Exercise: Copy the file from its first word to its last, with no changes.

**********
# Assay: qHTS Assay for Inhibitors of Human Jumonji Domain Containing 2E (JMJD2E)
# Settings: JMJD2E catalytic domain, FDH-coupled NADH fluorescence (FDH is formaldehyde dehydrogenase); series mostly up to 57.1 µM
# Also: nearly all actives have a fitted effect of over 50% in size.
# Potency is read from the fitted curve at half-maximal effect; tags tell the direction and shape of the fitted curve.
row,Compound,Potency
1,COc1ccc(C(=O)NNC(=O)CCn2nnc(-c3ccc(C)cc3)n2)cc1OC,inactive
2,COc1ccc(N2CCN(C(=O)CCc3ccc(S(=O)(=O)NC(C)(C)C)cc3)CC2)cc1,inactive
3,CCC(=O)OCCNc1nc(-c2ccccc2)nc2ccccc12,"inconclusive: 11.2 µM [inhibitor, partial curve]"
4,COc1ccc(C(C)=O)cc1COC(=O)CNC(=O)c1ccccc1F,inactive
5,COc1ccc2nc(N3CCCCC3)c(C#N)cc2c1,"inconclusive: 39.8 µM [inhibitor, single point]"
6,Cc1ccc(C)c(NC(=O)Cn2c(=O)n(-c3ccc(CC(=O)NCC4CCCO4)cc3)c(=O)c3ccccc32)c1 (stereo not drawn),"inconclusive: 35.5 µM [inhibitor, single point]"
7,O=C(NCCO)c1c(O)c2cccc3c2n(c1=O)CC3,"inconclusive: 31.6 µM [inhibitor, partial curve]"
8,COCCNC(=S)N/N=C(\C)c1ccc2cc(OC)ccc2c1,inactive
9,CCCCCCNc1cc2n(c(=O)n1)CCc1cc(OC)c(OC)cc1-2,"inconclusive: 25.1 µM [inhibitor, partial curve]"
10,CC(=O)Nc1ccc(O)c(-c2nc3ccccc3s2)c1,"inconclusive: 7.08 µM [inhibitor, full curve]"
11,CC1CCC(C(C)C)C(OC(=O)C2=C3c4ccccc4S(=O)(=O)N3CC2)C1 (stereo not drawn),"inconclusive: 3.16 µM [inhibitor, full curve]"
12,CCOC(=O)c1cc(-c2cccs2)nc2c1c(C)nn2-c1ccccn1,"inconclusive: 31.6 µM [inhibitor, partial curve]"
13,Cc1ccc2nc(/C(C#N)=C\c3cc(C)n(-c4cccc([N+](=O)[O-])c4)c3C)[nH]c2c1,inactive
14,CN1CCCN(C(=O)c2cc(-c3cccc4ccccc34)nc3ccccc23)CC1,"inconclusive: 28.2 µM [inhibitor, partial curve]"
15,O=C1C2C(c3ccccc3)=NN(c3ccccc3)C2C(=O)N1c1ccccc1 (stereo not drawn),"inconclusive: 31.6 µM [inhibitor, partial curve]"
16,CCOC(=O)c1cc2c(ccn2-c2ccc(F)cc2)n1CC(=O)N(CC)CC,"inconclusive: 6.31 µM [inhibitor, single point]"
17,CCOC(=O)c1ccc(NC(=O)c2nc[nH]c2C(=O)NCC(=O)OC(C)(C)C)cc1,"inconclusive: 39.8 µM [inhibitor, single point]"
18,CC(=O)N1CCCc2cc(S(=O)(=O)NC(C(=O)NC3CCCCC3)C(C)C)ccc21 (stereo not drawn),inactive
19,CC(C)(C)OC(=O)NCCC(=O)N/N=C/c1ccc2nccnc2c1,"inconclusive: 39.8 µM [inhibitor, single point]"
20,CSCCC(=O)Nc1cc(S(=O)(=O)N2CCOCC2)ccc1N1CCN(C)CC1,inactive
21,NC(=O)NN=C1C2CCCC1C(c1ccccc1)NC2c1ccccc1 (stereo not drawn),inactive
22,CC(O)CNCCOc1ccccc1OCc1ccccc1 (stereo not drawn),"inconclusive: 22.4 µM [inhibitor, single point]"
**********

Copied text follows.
# Assay: qHTS Assay for Inhibitors of Human Jumonji Domain Containing 2E (JMJD2E)
# Settings: JMJD2E catalytic domain, FDH-coupled NADH fluorescence (FDH is formaldehyde dehydrogenase); series mostly up to 57.1 µM
# Also: nearly all actives have a fitted effect of over 50% in size.
# Potency is read from the fitted curve at half-maximal effect; tags tell the direction and shape of the fitted curve.
row,Compound,Potency
1,COc1ccc(C(=O)NNC(=O)CCn2nnc(-c3ccc(C)cc3)n2)cc1OC,inactive
2,COc1ccc(N2CCN(C(=O)CCc3ccc(S(=O)(=O)NC(C)(C)C)cc3)CC2)cc1,inactive
3,CCC(=O)OCCNc1nc(-c2ccccc2)nc2ccccc12,"inconclusive: 11.2 µM [inhibitor, partial curve]"
4,COc1ccc(C(C)=O)cc1COC(=O)CNC(=O)c1ccccc1F,inactive
5,COc1ccc2nc(N3CCCCC3)c(C#N)cc2c1,"inconclusive: 39.8 µM [inhibitor, single point]"
6,Cc1ccc(C)c(NC(=O)Cn2c(=O)n(-c3ccc(CC(=O)NCC4CCCO4)cc3)c(=O)c3ccccc32)c1 (stereo not drawn),"inconclusive: 35.5 µM [inhibitor, single point]"
7,O=C(NCCO)c1c(O)c2cccc3c2n(c1=O)CC3,"inconclusive: 31.6 µM [inhibitor, partial curve]"
8,COCCNC(=S)N/N=C(\C)c1ccc2cc(OC)ccc2c1,inactive
9,CCCCCCNc1cc2n(c(=O)n1)CCc1cc(OC)c(OC)cc1-2,"inconclusive: 25.1 µM [inhibitor, partial curve]"
10,CC(=O)Nc1ccc(O)c(-c2nc3ccccc3s2)c1,"inconclusive: 7.08 µM [inhibitor, full curve]"
11,CC1CCC(C(C)C)C(OC(=O)C2=C3c4ccccc4S(=O)(=O)N3CC2)C1 (stereo not drawn),"inconclusive: 3.16 µM [inhibitor, full curve]"
12,CCOC(=O)c1cc(-c2cccs2)nc2c1c(C)nn2-c1ccccn1,"inconclusive: 31.6 µM [inhibitor, partial curve]"
13,Cc1ccc2nc(/C(C#N)=C\c3cc(C)n(-c4cccc([N+](=O)[O-])c4)c3C)[nH]c2c1,inactive
14,CN1CCCN(C(=O)c2cc(-c3cccc4ccccc34)nc3ccccc23)CC1,"inconclusive: 28.2 µM [inhibitor, partial curve]"
15,O=C1C2C(c3ccccc3)=NN(c3ccccc3)C2C(=O)N1c1ccccc1 (stereo not drawn),"inconclusive: 31.6 µM [inhibitor, partial curve]"
16,CCOC(=O)c1cc2c(ccn2-c2ccc(F)cc2)n1CC(=O)N(CC)CC,"inconclusive: 6.31 µM [inhibitor, single point]"
17,CCOC(=O)c1ccc(NC(=O)c2nc[nH]c2C(=O)NCC(=O)OC(C)(C)C)cc1,"inconclusive: 39.8 µM [inhibitor, single point]"
18,CC(=O)N1CCCc2cc(S(=O)(=O)NC(C(=O)NC3CCCCC3)C(C)C)ccc21 (stereo not drawn),inactive
19,CC(C)(C)OC(=O)NCCC(=O)N/N=C/c1ccc2nccnc2c1,"inconclusive: 39.8 µM [inhibitor, single point]"
20,CSCCC(=O)Nc1cc(S(=O)(=O)N2CCOCC2)ccc1N1CCN(C)CC1,inactive
21,NC(=O)NN=C1C2CCCC1C(c1ccccc1)NC2c1ccccc1 (stereo not drawn),inactive
22,CC(O)CNCCOc1ccccc1OCc1ccccc1 (stereo not drawn),"inconclusive: 22.4 µM [inhibitor, single point]"